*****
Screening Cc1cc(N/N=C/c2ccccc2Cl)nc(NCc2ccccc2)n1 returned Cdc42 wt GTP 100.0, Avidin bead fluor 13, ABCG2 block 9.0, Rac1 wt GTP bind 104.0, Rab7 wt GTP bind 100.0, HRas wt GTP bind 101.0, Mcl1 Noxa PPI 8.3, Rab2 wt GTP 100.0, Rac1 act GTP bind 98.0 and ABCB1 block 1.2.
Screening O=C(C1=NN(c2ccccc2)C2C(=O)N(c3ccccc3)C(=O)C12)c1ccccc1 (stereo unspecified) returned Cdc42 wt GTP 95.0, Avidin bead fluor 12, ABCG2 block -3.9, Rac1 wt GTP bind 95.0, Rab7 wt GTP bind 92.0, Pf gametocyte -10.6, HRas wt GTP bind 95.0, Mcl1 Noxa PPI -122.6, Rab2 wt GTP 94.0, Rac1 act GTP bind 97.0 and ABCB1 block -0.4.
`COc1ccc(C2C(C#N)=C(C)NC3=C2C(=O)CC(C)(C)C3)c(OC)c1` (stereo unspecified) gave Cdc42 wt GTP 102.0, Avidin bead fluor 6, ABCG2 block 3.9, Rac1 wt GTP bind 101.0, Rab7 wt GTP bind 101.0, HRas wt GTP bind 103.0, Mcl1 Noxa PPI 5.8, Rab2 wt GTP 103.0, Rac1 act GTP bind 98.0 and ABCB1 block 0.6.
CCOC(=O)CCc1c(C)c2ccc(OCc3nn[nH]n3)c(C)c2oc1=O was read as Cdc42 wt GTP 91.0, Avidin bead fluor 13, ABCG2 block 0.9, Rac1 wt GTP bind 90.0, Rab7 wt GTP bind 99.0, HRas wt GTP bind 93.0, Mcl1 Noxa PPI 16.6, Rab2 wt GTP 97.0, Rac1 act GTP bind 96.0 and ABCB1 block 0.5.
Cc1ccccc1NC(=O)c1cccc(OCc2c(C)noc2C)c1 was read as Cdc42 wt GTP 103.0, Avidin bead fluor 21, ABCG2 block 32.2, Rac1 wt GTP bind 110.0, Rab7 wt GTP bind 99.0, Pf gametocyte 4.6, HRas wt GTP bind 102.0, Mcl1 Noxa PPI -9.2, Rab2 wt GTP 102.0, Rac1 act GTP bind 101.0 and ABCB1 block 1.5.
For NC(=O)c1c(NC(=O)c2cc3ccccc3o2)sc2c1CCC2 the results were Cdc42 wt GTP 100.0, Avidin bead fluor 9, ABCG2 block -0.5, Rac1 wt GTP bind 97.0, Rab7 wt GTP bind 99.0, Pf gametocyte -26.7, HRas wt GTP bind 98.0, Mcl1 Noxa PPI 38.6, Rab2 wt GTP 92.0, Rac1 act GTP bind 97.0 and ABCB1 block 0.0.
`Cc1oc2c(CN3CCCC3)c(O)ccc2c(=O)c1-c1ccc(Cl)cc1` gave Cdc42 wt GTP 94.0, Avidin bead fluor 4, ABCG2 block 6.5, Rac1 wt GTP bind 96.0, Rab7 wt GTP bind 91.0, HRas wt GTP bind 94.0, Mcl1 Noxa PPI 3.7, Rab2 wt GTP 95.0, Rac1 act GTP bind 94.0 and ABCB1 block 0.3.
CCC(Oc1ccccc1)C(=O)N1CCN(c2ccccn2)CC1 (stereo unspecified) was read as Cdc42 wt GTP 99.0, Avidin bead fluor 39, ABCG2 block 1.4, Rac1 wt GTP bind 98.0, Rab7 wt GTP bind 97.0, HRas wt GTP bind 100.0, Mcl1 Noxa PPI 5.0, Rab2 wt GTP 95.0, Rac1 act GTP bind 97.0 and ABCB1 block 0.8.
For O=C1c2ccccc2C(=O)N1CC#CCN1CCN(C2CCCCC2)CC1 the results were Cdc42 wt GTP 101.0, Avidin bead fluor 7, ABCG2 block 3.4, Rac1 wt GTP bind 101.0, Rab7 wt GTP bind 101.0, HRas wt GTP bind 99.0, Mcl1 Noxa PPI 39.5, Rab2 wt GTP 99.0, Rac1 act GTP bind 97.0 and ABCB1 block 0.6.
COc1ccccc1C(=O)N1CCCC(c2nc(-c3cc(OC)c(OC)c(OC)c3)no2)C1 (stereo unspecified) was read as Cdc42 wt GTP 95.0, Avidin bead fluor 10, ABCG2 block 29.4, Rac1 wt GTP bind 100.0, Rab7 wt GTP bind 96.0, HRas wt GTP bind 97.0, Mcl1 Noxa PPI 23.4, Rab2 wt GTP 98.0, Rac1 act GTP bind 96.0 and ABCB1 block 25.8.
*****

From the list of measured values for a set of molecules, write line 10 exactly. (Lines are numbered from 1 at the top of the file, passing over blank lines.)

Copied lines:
COc1ccccc1C(=O)N1CCCC(c2nc(-c3cc(OC)c(OC)c(OC)c3)no2)C1 (stereo unspecified) was read as Cdc42 wt GTP 95.0, Avidin bead fluor 10, ABCG2 block 29.4, Rac1 wt GTP bind 100.0, Rab7 wt GTP bind 96.0, HRas wt GTP bind 97.0, Mcl1 Noxa PPI 23.4, Rab2 wt GTP 98.0, Rac1 act GTP bind 96.0 and ABCB1 block 25.8.